Financial-tips

Financial Tips

Financial Tips

Test Your Knowledge of Social Security Spousal Benefits
(Updated: 12/11/2017)

Social security spousal benefits are designed to provide retirement income to spouses who’ve earned significantly less than their spouses have during their working careers. So, if your social security income is less than half that of your spouse’s, you may be eligible to receive a social security spousal benefit to make up the difference.

For example, Jon, age 70, has been married to Patty for 40 years. Jon reached full retirement age at 66 years old, but he waited until age 70 to claim his social security retirement benefits, earning him delayed retirement credits. When Patty reached her full retirement age, she filed for spousal benefits based on Jon’s record.

True or false?
Patty’s social security spousal benefits will be 50 percent of Jon’s retirement benefits, including his delayed retirement credits.

 

 

 

Answer: False.

Once Patty reaches full retirement age, she is eligible for a maximum spousal benefit equal to half of Jon’s primary insurance amount, or the amount Jon would have received at his full retirement age. Spousal benefits do not increase with delayed retirement credits.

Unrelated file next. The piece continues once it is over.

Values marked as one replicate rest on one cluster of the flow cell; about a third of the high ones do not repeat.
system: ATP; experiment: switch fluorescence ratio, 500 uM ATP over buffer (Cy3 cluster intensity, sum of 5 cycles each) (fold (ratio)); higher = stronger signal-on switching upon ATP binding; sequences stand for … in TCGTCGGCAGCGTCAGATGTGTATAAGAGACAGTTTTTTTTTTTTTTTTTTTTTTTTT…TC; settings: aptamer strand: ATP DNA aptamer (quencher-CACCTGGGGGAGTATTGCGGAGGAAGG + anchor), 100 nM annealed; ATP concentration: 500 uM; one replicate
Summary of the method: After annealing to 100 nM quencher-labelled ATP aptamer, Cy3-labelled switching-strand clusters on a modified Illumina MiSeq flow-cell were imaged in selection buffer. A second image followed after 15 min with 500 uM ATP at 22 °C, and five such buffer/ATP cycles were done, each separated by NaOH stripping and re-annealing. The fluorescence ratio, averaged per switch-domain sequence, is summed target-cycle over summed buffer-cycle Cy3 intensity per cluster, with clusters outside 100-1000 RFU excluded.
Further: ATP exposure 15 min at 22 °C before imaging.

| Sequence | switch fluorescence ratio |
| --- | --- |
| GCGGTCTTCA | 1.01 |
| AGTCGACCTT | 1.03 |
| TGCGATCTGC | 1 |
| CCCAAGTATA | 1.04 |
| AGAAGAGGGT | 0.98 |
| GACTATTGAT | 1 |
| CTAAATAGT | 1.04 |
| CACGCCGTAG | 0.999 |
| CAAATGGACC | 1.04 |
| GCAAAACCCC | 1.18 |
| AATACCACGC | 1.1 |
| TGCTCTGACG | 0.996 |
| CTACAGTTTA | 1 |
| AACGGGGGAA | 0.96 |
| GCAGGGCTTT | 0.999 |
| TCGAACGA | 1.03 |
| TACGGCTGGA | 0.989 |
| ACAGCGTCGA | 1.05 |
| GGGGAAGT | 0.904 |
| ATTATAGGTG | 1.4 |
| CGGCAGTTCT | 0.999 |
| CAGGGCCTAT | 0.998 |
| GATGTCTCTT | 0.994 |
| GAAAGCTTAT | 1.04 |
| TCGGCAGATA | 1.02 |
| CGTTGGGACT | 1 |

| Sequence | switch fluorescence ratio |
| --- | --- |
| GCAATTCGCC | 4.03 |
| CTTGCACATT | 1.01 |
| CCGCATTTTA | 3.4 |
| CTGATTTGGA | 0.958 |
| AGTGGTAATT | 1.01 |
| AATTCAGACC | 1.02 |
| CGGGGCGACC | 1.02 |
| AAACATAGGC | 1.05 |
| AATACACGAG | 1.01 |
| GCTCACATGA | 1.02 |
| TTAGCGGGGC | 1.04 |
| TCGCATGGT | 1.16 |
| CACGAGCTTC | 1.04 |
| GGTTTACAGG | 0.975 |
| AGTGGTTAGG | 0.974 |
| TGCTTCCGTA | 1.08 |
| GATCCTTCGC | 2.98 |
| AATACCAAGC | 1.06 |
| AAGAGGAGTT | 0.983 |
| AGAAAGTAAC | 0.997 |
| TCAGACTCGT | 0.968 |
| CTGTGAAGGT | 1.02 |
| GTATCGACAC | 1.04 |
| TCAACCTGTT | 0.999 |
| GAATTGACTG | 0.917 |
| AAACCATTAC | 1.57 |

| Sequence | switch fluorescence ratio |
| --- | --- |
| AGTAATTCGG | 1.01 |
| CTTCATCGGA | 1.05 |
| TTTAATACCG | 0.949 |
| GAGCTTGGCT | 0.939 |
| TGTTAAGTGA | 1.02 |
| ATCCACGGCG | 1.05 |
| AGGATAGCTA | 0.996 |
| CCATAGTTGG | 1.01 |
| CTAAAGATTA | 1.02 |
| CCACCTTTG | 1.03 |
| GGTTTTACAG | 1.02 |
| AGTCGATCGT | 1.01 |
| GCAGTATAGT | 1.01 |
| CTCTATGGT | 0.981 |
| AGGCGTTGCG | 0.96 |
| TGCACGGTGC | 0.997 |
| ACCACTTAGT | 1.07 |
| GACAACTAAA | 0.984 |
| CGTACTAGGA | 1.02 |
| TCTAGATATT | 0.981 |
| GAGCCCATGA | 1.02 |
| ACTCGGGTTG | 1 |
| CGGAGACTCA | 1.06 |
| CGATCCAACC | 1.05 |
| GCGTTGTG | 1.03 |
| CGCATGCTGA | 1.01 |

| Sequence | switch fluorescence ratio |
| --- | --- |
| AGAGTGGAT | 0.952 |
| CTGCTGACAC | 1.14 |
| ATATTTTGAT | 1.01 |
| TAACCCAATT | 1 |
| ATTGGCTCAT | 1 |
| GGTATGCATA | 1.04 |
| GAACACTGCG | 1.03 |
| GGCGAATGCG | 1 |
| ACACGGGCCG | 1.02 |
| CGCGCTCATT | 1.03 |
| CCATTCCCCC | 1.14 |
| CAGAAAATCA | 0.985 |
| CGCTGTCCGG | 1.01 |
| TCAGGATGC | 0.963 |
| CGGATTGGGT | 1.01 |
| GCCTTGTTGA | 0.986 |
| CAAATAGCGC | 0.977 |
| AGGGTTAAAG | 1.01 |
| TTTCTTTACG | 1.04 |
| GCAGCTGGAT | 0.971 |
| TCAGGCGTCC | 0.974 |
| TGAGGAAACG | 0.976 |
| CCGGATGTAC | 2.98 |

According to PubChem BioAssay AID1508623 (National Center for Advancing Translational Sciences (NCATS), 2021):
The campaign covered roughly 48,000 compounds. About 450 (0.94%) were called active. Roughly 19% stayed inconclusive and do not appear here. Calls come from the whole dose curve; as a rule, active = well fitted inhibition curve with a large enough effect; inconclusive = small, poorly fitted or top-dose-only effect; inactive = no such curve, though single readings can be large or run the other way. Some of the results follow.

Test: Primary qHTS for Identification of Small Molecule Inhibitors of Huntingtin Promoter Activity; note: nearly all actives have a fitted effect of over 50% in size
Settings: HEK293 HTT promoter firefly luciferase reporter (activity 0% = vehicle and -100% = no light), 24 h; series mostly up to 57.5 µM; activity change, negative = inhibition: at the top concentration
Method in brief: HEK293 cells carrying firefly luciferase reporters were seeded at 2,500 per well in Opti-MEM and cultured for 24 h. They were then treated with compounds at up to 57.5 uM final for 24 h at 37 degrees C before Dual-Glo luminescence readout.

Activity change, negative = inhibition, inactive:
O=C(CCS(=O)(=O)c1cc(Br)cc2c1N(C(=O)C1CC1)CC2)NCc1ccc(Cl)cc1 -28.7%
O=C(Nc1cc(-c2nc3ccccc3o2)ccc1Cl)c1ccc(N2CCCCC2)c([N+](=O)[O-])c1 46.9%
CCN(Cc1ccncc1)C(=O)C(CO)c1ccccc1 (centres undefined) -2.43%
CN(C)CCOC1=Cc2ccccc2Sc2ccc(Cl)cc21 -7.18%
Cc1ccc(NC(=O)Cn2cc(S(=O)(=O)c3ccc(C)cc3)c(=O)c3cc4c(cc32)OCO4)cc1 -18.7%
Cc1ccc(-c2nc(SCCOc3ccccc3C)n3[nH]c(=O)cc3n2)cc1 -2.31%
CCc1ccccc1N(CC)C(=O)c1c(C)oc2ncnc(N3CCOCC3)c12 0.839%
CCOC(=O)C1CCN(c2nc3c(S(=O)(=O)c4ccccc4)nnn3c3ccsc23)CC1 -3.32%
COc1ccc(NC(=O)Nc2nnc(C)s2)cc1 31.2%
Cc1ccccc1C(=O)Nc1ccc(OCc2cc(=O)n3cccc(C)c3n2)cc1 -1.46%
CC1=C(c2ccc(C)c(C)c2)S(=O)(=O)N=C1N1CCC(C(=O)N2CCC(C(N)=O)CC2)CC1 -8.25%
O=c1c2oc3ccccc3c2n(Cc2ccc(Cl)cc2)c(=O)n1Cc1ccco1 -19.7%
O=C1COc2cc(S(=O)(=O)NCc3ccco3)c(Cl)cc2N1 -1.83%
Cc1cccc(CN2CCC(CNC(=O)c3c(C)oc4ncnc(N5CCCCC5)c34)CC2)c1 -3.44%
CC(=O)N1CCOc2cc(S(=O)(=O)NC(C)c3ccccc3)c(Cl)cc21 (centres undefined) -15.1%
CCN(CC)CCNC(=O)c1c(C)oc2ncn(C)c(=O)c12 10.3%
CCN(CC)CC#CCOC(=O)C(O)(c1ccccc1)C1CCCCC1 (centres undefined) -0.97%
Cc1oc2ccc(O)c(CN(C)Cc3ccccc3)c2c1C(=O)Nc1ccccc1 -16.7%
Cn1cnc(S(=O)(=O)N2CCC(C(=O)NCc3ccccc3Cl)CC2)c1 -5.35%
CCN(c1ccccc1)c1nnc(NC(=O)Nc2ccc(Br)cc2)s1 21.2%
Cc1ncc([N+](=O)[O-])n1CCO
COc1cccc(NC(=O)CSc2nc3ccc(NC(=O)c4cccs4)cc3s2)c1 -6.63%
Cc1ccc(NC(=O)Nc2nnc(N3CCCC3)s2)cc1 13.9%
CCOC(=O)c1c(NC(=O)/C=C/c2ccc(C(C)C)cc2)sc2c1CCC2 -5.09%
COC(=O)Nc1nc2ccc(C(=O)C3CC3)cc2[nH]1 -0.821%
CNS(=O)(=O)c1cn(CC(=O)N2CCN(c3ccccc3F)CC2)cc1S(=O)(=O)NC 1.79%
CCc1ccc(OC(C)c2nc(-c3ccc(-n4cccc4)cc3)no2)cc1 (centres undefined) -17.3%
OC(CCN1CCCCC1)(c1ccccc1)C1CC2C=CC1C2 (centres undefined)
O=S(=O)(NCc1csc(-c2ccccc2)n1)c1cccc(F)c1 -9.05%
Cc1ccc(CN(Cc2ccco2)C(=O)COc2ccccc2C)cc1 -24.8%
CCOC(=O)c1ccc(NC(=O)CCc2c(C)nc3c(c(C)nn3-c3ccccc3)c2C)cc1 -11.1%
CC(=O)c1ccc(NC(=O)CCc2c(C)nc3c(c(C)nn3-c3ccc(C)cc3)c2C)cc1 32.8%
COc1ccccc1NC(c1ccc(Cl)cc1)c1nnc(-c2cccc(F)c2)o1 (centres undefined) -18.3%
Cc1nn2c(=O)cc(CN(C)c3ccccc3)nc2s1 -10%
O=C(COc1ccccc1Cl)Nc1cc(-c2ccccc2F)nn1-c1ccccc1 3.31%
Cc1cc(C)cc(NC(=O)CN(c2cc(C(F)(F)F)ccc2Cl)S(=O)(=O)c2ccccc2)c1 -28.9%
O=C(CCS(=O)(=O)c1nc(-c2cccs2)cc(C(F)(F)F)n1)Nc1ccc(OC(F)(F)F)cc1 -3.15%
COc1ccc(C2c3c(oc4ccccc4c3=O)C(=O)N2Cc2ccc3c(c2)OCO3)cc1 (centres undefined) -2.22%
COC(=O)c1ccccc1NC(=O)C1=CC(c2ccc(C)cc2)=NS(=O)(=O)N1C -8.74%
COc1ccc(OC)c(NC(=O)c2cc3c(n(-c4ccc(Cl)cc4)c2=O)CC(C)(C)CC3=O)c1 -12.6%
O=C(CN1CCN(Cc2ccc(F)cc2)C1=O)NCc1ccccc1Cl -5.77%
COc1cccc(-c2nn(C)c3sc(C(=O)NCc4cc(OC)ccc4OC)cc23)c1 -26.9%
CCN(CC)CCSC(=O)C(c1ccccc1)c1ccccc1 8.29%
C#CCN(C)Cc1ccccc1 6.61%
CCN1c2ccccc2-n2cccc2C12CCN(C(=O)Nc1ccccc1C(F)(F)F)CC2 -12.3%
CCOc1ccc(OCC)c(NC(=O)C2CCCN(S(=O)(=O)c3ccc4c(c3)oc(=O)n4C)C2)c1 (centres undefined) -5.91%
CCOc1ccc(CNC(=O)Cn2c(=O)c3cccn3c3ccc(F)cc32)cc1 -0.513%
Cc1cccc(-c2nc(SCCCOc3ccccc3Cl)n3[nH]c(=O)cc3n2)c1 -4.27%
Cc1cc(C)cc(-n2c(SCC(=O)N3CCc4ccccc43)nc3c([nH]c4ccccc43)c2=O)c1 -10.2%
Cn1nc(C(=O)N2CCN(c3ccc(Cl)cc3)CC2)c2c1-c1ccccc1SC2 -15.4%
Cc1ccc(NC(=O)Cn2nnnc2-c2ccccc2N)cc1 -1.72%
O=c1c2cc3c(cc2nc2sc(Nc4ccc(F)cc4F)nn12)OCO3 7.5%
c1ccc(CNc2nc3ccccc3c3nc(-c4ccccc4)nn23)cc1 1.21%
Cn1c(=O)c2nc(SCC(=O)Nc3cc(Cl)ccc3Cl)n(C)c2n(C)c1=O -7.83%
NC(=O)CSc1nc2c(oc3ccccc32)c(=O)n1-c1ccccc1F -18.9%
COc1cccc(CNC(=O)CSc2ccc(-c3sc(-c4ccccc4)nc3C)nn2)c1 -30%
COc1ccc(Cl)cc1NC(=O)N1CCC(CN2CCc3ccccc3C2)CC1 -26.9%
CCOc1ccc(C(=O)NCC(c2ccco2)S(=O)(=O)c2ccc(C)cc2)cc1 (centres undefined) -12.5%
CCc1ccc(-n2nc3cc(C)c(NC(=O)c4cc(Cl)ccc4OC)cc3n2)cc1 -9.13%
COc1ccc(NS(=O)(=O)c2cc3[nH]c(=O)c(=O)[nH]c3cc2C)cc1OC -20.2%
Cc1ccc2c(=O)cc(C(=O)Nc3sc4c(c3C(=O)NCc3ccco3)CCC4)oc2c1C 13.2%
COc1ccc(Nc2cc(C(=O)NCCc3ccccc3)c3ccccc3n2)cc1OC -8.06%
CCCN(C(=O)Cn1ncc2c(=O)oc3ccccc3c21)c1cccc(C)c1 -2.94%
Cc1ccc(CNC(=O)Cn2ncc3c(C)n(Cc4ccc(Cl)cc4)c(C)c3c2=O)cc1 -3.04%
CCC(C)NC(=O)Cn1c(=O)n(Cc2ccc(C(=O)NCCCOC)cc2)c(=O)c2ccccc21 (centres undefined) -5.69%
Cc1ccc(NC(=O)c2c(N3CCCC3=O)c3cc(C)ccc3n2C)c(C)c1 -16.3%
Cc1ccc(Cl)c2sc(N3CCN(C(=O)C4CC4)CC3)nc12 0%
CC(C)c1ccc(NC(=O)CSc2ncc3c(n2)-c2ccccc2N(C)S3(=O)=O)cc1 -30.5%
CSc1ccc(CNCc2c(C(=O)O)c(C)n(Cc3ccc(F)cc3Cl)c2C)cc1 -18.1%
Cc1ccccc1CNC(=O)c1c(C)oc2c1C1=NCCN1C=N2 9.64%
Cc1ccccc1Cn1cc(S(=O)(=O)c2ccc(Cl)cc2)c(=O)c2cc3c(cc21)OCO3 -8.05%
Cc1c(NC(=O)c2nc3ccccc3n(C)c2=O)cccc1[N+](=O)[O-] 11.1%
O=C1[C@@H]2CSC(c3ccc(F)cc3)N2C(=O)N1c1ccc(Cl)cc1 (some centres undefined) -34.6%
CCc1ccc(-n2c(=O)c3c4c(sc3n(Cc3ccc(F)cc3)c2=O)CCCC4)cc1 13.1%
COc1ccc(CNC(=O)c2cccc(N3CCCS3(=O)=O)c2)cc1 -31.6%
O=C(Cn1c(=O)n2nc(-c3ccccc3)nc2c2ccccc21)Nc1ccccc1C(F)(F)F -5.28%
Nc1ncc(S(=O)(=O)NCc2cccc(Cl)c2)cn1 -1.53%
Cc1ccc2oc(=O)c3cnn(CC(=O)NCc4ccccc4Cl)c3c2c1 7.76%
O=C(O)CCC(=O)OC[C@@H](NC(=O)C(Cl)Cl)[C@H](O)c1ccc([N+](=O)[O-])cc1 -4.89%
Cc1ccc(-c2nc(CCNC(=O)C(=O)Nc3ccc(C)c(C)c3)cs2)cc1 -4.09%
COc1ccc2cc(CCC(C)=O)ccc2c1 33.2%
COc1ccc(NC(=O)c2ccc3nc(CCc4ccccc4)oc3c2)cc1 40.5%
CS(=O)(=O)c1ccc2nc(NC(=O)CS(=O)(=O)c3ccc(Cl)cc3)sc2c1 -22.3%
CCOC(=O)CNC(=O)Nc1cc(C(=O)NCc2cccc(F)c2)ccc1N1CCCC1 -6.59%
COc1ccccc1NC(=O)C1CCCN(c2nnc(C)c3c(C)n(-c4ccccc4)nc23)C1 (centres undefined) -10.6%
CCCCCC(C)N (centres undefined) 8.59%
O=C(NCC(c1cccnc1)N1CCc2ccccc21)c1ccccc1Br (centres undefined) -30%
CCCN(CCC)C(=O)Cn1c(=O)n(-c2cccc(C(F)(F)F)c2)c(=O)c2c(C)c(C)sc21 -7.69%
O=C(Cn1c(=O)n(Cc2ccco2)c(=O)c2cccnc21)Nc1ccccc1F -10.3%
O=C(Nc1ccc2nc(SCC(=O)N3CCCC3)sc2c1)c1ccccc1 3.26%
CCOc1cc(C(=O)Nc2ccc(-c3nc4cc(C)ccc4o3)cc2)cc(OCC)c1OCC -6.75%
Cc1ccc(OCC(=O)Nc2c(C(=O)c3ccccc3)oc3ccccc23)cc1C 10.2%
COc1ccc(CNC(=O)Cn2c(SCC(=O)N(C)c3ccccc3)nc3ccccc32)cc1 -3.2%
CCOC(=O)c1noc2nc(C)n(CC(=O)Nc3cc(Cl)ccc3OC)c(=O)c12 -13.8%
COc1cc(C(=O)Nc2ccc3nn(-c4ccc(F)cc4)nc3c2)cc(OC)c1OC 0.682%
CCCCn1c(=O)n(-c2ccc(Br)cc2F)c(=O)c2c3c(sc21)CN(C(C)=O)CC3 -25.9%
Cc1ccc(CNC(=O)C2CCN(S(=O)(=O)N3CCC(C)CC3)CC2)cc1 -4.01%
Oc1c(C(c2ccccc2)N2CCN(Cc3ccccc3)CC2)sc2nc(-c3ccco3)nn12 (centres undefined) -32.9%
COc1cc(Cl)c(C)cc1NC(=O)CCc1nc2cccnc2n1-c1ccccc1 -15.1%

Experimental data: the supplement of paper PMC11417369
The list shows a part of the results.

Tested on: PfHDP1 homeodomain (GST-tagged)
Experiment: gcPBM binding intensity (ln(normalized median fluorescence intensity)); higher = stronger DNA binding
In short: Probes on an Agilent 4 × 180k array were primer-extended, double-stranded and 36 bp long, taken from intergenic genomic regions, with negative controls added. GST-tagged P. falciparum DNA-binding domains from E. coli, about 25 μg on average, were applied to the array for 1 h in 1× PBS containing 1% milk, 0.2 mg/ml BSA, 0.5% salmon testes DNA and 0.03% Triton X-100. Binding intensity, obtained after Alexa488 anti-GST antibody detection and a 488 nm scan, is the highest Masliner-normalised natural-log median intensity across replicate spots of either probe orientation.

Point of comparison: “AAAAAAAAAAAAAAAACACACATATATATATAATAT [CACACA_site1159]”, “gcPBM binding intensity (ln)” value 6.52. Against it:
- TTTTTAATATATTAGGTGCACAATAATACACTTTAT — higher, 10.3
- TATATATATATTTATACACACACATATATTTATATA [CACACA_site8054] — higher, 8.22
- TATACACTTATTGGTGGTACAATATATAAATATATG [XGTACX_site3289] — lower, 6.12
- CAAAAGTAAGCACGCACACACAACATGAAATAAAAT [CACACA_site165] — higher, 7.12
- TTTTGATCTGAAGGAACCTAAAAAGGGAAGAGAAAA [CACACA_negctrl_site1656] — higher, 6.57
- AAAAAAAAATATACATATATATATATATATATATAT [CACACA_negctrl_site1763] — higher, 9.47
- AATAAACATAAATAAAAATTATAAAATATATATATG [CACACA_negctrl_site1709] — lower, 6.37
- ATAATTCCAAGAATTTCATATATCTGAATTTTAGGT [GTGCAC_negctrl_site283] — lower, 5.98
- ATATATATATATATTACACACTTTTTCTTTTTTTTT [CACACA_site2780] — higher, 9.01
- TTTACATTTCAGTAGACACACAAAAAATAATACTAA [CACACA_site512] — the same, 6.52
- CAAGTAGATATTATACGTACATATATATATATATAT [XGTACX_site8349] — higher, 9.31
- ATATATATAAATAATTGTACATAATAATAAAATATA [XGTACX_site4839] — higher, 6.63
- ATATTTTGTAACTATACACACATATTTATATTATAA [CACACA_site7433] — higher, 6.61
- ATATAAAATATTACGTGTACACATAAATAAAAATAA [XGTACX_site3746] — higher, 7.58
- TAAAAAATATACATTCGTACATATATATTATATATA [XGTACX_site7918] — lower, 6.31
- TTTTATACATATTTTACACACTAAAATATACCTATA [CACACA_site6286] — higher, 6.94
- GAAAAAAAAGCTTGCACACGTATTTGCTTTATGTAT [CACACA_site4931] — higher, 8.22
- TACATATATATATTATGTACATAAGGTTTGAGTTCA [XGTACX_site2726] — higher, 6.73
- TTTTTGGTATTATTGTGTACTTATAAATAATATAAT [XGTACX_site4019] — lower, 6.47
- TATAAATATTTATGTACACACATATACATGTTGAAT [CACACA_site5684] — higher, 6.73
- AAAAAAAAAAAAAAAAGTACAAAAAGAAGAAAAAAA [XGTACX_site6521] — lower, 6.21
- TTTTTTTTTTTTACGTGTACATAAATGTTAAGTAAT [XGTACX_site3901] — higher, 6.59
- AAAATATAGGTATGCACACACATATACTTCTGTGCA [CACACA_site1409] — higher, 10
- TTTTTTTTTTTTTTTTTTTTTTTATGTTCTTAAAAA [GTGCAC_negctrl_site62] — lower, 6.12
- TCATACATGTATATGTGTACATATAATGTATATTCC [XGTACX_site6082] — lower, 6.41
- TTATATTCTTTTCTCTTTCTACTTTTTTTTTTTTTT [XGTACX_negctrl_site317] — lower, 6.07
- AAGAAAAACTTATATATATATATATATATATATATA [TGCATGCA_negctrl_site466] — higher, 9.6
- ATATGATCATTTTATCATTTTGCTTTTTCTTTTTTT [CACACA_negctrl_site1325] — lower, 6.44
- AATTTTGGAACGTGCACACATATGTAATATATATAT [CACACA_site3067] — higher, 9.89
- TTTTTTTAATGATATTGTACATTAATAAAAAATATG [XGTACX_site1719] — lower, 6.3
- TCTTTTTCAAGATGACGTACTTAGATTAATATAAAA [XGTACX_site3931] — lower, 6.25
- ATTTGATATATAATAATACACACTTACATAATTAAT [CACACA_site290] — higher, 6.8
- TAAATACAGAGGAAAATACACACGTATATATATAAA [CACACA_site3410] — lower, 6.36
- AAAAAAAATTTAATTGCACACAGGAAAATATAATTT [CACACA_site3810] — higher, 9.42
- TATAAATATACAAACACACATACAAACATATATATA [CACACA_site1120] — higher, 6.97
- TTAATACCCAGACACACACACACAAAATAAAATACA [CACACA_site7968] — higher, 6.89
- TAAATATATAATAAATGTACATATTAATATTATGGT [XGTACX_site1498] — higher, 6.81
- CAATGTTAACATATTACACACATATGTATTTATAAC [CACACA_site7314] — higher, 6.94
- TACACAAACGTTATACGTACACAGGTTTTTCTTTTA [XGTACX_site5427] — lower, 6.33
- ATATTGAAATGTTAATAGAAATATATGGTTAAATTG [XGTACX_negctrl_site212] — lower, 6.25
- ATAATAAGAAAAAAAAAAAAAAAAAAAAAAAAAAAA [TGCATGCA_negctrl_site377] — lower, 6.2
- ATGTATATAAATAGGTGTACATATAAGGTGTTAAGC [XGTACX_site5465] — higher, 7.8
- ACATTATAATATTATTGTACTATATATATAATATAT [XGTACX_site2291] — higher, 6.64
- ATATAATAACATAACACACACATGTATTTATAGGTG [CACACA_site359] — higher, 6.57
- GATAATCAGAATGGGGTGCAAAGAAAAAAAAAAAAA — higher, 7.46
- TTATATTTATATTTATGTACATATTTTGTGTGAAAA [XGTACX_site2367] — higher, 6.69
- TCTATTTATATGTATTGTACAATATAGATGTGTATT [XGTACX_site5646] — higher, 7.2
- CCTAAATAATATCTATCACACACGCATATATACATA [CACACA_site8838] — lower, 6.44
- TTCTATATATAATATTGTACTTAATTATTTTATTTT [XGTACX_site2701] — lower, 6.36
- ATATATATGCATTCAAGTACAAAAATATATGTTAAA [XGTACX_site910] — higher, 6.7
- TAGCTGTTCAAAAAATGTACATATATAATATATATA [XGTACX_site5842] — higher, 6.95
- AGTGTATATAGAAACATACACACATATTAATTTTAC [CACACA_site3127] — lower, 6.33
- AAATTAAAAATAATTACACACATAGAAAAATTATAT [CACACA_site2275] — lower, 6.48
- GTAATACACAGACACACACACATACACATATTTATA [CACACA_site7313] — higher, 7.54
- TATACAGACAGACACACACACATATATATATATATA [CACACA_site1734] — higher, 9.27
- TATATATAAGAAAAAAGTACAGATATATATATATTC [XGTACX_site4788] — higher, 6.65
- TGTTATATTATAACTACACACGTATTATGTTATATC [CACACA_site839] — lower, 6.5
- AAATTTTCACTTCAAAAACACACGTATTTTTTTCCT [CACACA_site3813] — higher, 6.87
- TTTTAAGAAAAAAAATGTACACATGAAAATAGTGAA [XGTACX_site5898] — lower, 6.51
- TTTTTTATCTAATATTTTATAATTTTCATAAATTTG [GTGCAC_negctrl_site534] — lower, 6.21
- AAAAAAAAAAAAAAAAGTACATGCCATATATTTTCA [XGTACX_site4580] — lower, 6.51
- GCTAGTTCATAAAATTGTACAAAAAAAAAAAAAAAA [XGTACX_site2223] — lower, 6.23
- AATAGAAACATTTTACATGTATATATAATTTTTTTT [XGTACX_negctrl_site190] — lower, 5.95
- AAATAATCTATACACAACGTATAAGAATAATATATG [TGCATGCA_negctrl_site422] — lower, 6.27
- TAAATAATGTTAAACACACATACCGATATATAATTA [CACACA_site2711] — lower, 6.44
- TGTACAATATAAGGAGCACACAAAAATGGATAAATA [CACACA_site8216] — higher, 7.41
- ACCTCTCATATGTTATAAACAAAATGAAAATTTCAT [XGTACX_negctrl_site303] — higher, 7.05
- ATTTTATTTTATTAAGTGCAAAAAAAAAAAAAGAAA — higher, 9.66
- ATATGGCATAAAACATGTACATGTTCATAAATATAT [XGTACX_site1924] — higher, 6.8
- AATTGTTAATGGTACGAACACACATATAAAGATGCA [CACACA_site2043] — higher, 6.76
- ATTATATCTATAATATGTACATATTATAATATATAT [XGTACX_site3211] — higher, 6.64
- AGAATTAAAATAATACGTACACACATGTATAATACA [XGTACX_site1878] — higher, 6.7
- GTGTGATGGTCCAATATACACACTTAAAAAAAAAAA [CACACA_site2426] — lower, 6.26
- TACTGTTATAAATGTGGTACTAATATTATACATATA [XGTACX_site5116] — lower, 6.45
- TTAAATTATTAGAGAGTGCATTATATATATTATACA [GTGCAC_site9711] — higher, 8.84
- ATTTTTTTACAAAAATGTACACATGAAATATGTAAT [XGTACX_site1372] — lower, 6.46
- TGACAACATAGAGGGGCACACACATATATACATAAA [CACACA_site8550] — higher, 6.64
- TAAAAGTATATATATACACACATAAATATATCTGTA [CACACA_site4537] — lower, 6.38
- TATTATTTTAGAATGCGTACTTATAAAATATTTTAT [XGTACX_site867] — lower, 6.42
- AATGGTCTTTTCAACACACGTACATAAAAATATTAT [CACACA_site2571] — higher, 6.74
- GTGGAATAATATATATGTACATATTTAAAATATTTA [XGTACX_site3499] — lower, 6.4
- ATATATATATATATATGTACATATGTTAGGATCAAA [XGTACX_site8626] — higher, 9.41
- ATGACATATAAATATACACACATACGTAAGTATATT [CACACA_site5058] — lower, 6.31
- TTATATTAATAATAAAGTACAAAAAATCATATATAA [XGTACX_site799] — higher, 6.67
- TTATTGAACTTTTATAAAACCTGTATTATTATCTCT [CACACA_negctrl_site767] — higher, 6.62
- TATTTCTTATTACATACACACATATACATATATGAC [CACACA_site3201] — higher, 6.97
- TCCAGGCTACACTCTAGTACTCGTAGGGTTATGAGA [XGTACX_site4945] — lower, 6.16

If Jon were to die before Patty, however, her survivor’s benefit would be based on the amount Jon was claiming at the time of his death. This would include Jon’s delayed retirement credits.

 

 

 

 

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Fact vs. Fiction

We understand that it can be tricky navigating the world of personal finance. Everyone seems to have an opinion, and it can be hard to know what to believe. We created this series as a way to present and debunk some of the most common financial myths.

Fiction: If you’re on the threshold of a tax bracket, you should stay on the higher end and enjoy the higher-income status.

Fact: If you’re on the threshold of a tax bracket, deferring income or accelerating deductions may help you reduce your tax exposure. It might make sense to defer some of your income to the next year if doing so will put you in a lower tax bracket. Accelerating deductions, such as medical expenses or charitable contributions, into the current tax year may have the same effect.

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Last Updated: 12/04/2017